Although an estimated 1 million black Americans fought in World War II, most history books don’t tell the full story of their sacrifices and acts of heroism, or the discrimination they faced. suffered even as they fought for their country.
But a new exhibit opening Wednesday at the Heroes Hall Veterans Museum at the OC Fairgrounds in Costa Mesa — “Fighting for the Right to Fight: African-American Experiences in World War II” — aims to change that by offering a collection of photos, artifacts and oral histories of those who served.
On loan from the National World War II Museum in New Orleans, the exhibit highlights both the extraordinary achievements and challenges of black troops, who sought a “double victory” overseas and on the home front.
“It’s a truly disturbing story,” said Heroes Hall Supervisor Carol Singleton, who applied two years ago to host the much sought-after exhibit. “A lot of people don’t know the details. But these people served our country, and their names should be known.
The exhibit, which runs until September 18, gives voice to the many different assignments, missions and capacities in which black servicemen and women have worked to help secure the freedoms they themselves could not fully enjoy. at home in the United States.
It tells the story of the Montford Point Marines, a group of 20,000 black servicemen trained at a separate camp in North Carolina when the US Marine Corps first opened its ranks to nonwhite members in 1942, and the grueling conditions and the unfair treatment they faced. .
Visitors can learn about the 6888th Central Postal Directory Battalion – nicknamed the “Six Triple Eight” – an all-black Women’s Army Corps battalion that helped keep overseas mail service running smoothly to maintain troop morale .
The exhibit highlights the Red Ball Express, a truck convoy operated mostly by black soldiers that transported around 12,500 tons of supplies a day to Allied forces in 1944 Normandy, France, for 83 days after the invasion of D-Day.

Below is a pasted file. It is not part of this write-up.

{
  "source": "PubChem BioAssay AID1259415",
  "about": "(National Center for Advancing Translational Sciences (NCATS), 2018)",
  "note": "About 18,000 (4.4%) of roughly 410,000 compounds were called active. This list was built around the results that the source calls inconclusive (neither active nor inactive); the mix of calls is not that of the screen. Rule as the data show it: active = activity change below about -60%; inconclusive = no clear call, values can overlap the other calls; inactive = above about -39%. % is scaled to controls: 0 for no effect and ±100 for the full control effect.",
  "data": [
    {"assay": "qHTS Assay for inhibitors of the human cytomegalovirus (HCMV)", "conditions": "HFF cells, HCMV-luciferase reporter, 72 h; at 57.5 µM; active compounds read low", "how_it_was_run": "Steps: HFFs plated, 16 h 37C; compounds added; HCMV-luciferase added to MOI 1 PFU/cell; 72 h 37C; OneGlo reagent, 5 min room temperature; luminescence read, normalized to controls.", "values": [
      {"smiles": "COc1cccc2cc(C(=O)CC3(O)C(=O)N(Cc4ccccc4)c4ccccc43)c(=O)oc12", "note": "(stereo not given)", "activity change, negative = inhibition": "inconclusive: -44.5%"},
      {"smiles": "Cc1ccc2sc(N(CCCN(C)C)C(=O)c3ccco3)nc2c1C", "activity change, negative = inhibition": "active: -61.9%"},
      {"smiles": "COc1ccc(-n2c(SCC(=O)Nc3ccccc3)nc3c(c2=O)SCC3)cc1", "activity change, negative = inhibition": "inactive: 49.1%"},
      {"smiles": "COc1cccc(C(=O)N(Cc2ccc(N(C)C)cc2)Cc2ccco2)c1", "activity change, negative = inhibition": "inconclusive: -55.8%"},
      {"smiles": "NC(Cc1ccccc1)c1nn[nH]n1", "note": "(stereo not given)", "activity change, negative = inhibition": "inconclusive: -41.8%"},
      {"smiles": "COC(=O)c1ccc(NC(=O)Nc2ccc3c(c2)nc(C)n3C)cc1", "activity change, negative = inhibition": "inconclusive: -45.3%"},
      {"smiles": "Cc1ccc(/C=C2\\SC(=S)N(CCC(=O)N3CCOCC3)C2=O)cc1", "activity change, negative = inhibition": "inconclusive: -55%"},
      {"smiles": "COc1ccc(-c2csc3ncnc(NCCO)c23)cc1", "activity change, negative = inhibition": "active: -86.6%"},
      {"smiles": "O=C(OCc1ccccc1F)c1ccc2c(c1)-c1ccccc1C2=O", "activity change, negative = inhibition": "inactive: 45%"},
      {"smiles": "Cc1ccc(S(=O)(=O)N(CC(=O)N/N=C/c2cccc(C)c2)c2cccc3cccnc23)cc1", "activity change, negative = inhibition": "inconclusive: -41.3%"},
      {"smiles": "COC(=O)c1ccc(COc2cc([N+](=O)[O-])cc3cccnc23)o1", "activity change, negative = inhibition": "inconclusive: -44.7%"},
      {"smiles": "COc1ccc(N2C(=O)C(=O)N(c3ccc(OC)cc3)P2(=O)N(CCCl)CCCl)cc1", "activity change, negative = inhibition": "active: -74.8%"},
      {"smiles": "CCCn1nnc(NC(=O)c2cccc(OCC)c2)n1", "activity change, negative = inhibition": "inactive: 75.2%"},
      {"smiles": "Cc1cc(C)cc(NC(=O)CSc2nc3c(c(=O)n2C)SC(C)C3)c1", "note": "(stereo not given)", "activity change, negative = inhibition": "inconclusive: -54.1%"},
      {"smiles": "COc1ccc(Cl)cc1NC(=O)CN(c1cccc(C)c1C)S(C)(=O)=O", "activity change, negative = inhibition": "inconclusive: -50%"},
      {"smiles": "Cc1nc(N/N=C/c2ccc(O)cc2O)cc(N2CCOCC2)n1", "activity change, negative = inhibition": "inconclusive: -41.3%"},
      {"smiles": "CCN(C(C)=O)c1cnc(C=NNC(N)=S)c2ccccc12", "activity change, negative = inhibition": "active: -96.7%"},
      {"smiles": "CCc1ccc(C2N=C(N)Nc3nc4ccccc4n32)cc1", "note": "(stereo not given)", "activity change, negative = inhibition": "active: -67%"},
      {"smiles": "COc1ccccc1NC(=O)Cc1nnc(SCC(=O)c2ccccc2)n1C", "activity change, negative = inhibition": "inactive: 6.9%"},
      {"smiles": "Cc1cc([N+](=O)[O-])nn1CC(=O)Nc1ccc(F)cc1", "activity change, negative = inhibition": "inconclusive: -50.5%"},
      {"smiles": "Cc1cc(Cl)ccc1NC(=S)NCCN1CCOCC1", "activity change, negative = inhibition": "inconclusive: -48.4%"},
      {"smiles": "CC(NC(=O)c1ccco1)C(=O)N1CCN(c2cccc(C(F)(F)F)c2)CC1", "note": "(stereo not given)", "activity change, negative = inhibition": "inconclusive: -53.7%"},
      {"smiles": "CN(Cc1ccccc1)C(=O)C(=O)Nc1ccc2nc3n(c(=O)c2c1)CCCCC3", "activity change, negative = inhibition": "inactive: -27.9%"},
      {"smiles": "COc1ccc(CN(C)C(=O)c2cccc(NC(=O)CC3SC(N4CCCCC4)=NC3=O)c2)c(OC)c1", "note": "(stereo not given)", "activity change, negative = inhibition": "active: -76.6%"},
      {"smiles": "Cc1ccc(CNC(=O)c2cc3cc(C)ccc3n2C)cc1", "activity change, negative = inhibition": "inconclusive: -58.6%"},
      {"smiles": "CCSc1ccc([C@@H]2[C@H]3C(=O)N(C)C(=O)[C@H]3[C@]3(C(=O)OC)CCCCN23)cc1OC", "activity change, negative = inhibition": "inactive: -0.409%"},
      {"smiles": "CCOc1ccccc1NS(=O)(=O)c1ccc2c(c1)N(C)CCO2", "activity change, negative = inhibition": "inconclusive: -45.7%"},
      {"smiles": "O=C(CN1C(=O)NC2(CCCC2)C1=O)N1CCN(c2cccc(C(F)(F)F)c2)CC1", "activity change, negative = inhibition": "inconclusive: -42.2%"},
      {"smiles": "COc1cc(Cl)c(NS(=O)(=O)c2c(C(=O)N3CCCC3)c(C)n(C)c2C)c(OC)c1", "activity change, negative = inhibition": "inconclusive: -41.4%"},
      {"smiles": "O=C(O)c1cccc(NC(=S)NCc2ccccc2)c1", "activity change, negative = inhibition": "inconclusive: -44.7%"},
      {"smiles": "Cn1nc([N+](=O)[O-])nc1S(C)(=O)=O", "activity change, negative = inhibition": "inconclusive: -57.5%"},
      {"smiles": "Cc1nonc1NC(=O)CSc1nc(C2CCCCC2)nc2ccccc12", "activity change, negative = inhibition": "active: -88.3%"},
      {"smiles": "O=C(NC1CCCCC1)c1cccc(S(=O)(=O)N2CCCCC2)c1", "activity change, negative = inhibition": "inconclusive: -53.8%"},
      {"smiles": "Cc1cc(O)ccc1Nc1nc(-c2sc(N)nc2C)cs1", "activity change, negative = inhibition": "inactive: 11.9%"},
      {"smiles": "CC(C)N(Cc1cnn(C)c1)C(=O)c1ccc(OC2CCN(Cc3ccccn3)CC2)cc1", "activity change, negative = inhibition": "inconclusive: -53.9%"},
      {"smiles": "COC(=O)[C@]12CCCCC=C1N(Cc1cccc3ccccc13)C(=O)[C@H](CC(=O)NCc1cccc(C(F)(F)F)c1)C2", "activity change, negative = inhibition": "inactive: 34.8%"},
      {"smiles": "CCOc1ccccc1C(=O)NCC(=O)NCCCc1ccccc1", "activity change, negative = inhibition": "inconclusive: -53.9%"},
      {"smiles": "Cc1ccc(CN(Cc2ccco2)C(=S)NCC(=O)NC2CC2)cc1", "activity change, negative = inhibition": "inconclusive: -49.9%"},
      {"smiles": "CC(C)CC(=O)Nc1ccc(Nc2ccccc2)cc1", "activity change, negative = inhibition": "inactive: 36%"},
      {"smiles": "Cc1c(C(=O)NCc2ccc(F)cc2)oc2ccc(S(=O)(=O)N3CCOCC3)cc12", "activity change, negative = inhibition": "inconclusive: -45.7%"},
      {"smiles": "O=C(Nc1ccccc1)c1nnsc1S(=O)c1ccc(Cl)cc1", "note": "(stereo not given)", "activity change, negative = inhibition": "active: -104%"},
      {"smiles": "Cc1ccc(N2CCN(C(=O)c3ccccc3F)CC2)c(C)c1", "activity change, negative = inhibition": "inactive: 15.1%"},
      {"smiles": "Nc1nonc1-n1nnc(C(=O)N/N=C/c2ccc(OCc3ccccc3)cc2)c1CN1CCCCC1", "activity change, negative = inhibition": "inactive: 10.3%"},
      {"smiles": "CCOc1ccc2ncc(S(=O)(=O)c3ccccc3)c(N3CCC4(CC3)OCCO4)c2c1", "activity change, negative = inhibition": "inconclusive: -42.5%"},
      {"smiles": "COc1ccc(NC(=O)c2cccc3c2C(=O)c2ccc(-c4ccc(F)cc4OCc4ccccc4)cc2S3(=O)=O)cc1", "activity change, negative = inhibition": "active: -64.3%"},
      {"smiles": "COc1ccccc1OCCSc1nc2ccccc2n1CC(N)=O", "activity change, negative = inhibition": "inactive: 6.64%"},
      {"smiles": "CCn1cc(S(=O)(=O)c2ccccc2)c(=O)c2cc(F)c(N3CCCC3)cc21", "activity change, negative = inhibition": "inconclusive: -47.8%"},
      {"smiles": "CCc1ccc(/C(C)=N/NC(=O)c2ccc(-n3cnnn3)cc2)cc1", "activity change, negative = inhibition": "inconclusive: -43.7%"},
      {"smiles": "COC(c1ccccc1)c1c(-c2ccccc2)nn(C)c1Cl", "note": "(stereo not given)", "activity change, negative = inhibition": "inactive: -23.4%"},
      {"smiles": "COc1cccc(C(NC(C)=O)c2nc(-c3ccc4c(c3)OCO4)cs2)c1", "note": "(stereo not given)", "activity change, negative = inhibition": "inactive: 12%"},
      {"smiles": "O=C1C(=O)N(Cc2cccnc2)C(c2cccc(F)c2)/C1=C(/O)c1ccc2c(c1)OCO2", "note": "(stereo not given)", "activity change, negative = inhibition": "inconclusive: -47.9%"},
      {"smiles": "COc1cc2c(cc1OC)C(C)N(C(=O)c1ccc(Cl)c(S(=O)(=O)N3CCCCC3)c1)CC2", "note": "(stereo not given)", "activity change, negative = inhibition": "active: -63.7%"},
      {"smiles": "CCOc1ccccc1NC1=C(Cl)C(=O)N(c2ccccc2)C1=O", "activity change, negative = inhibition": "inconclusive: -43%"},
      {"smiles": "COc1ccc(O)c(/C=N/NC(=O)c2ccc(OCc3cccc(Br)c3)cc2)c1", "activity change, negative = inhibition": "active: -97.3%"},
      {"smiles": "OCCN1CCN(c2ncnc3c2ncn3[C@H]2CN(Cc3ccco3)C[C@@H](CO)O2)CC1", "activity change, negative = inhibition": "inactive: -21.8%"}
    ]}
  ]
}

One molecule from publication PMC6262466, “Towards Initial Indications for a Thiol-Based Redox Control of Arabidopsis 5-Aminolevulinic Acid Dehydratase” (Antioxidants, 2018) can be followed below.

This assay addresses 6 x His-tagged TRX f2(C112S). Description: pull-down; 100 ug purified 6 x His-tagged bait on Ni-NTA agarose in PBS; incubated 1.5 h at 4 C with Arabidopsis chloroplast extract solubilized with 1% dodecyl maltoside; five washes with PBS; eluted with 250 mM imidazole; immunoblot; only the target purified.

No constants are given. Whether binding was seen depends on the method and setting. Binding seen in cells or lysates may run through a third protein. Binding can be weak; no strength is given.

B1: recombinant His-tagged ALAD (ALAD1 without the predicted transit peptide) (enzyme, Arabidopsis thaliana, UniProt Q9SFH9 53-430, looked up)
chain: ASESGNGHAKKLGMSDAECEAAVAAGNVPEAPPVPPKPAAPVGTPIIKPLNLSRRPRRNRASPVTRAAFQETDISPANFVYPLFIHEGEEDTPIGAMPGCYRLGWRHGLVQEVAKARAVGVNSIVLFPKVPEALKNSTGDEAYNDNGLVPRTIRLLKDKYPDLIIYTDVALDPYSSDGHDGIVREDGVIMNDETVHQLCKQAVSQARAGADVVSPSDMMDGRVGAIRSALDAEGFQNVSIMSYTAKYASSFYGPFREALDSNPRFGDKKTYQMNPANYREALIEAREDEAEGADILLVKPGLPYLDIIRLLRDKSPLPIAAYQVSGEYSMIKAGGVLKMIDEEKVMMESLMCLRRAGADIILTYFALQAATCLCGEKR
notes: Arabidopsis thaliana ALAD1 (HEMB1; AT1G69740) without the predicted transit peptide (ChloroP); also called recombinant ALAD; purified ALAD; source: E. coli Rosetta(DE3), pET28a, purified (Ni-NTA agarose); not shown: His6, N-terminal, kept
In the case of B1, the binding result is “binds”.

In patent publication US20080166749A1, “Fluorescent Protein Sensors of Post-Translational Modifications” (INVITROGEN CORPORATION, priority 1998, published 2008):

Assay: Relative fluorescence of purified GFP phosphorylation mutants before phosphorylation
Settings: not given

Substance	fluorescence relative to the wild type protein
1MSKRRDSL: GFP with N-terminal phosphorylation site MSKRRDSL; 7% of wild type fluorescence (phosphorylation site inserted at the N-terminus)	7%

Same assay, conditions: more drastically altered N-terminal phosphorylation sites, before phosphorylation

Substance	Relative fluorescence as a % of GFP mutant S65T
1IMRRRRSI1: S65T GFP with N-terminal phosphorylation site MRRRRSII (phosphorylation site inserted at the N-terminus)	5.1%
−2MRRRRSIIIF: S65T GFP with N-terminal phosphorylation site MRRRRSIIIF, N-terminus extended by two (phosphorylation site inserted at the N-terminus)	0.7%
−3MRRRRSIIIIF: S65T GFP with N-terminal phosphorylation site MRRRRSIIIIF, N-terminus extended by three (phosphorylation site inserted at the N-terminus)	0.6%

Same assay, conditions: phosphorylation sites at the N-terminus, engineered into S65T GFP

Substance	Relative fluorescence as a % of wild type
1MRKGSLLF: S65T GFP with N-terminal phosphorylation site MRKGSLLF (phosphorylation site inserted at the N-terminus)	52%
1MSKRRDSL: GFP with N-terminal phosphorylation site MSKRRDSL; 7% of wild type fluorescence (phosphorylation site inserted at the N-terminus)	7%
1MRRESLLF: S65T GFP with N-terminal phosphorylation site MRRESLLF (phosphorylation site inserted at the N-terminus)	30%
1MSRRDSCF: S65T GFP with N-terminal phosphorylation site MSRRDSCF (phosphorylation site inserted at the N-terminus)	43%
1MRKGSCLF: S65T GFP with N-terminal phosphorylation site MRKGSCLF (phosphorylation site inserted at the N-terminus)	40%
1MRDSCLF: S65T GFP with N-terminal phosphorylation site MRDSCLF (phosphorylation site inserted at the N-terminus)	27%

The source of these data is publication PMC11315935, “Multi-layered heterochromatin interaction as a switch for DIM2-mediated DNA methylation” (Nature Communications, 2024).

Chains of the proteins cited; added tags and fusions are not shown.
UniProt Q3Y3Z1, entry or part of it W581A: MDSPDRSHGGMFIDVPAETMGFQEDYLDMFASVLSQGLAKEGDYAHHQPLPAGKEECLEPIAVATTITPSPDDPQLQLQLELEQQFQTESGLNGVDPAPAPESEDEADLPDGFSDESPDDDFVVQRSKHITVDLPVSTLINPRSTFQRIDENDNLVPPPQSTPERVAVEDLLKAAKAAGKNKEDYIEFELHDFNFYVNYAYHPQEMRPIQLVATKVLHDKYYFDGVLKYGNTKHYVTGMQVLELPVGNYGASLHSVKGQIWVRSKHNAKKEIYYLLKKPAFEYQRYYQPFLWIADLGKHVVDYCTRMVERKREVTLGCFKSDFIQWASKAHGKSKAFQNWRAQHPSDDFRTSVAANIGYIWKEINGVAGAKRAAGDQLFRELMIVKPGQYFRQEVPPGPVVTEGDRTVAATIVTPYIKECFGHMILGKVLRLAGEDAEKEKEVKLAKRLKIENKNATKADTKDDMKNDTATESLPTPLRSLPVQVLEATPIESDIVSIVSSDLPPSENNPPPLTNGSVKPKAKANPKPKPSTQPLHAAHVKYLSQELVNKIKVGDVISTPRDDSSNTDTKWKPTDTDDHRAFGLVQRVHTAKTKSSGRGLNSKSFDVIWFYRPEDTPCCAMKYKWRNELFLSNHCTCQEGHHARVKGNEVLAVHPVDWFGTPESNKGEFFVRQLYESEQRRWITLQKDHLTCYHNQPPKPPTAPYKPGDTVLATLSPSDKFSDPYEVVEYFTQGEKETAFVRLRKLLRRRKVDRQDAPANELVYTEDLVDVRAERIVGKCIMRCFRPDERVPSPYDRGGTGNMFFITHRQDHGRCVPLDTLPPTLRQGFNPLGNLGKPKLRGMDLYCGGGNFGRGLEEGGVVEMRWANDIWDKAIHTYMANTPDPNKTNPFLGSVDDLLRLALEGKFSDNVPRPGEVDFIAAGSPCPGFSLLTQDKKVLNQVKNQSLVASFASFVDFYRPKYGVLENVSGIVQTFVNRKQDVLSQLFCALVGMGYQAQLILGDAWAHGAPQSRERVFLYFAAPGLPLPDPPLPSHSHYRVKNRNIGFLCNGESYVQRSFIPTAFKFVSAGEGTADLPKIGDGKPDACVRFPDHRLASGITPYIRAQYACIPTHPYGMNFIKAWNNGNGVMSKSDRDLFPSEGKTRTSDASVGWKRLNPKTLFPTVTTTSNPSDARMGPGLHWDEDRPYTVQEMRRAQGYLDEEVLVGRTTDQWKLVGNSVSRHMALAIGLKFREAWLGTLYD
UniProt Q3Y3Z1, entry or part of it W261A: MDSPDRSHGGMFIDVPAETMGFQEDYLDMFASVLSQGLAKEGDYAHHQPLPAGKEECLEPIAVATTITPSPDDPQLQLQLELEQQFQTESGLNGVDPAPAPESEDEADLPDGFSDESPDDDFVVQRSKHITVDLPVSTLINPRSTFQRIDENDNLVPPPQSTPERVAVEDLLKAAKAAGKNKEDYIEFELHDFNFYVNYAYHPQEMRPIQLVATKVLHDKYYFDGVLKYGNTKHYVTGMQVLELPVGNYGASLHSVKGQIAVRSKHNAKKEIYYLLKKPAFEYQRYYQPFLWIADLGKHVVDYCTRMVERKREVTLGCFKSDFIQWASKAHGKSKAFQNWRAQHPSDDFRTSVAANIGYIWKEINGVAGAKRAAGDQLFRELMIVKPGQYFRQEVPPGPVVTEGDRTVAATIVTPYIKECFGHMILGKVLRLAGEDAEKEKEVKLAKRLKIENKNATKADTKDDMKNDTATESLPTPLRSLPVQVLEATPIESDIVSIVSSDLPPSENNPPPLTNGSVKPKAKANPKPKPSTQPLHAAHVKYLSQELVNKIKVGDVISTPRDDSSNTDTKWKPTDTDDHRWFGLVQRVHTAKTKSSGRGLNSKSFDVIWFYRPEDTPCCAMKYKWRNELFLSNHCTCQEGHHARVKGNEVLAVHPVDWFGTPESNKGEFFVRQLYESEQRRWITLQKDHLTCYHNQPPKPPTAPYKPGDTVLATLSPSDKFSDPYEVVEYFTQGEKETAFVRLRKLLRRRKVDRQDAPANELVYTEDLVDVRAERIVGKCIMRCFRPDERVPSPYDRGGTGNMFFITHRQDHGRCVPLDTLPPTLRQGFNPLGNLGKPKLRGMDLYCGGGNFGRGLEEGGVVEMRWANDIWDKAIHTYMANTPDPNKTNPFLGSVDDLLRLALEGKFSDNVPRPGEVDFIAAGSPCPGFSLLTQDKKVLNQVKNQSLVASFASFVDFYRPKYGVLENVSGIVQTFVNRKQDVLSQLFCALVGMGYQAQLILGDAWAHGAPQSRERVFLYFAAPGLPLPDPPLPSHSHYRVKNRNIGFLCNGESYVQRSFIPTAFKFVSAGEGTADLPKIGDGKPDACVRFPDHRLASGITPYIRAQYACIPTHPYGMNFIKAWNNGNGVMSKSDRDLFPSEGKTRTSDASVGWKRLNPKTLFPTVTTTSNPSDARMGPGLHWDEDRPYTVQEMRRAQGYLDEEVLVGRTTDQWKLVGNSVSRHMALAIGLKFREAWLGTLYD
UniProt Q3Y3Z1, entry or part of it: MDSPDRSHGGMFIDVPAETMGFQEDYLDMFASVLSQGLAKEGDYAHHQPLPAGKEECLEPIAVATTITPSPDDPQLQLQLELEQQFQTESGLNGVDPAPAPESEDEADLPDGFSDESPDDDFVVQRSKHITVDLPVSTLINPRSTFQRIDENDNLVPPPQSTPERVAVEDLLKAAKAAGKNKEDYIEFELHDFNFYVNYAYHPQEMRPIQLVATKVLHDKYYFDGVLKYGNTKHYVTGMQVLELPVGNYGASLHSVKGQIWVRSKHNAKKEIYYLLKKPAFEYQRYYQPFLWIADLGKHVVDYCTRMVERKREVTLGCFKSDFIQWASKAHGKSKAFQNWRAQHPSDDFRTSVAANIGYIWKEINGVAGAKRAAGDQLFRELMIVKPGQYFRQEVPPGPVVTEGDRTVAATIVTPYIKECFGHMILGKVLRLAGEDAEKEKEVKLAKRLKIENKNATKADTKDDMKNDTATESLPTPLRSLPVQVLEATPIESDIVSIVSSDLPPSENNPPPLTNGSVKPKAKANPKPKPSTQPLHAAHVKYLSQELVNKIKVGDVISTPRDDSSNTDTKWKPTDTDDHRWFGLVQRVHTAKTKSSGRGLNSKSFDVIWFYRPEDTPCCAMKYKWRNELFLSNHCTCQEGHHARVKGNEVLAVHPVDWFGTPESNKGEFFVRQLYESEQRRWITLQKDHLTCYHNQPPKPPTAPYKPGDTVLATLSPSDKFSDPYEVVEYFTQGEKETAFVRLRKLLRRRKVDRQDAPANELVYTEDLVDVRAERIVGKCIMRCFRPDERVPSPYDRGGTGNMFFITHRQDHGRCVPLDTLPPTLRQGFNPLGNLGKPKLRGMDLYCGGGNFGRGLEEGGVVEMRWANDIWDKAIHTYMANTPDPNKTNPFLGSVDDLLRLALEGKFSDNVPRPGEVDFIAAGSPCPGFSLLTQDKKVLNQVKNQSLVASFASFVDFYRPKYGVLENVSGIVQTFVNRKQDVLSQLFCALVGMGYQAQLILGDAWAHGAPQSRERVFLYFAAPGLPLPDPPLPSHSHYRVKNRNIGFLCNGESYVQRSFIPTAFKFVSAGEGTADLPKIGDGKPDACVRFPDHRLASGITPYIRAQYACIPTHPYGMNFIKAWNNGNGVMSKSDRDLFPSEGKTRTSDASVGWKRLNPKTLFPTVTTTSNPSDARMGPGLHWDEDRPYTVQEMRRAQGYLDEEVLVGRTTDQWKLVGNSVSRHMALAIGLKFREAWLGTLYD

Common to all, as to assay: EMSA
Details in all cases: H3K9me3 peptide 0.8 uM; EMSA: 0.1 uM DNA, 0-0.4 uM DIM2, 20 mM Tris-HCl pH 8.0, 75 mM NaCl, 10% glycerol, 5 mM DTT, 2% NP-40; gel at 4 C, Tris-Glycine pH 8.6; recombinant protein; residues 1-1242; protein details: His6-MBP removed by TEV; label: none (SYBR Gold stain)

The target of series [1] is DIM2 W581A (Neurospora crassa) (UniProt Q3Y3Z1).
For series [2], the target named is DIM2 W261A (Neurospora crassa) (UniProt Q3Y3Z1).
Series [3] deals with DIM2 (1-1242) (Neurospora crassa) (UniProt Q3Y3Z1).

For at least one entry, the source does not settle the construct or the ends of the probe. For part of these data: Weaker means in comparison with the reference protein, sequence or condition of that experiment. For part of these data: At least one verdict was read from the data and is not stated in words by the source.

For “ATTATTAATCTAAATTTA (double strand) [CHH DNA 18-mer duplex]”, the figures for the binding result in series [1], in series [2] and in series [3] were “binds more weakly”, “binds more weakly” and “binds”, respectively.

Bobby McDonald, president and CEO of the Orange County Black Chamber of Commerce and a member of the Heroes Hall Veterans Foundation, said the exhibit explores parts of history rarely told.
“Is it impactful? Shit yeah. Is it insightful? Shit yeah. Is it emotional? You’re damn right, but it’s a story that’s true,” said McDonald, a Vietnam veteran himself. “It brings back a lot of memories of how the United States was and, in some cases, still is.”
His father, Vernon McDonald, who died last month at the age of 97, was a master sergeant in the US Army’s 1321 Engineer General Service Regiment, a ‘Buffalo soldier’ who served in Europe and Japan but has little said about his stay abroad and the discrimination. he saw and probably lived.
“I want people to walk away feeling like these people of color were just doing their job,” he said of the exhibit. “They were just fighting for the right to fight for their freedom.”
McDonald’s will host a commencement ceremony Feb. 19 at 11 a.m., featuring a performance by the All-American Boys Chorus and guest speakers Col. Franklin Henderson, retired president of the Greater Los Angeles Chapter of the 9th and 10th Calvary Assn. , Lt. Col. Patricia Jackson-Kelley, President of the National Assn. black military women and Staff Sgt. Dave Culmer, a Marine veteran from Montford Point.
Heroes Hall is located at 88 Fair Drive, Costa Mesa. Hours are Wednesday through Sunday, 10 a.m. to 4 p.m. Free entry. To learn more, visit ocheroeshall.org or call (714) 708-1613.
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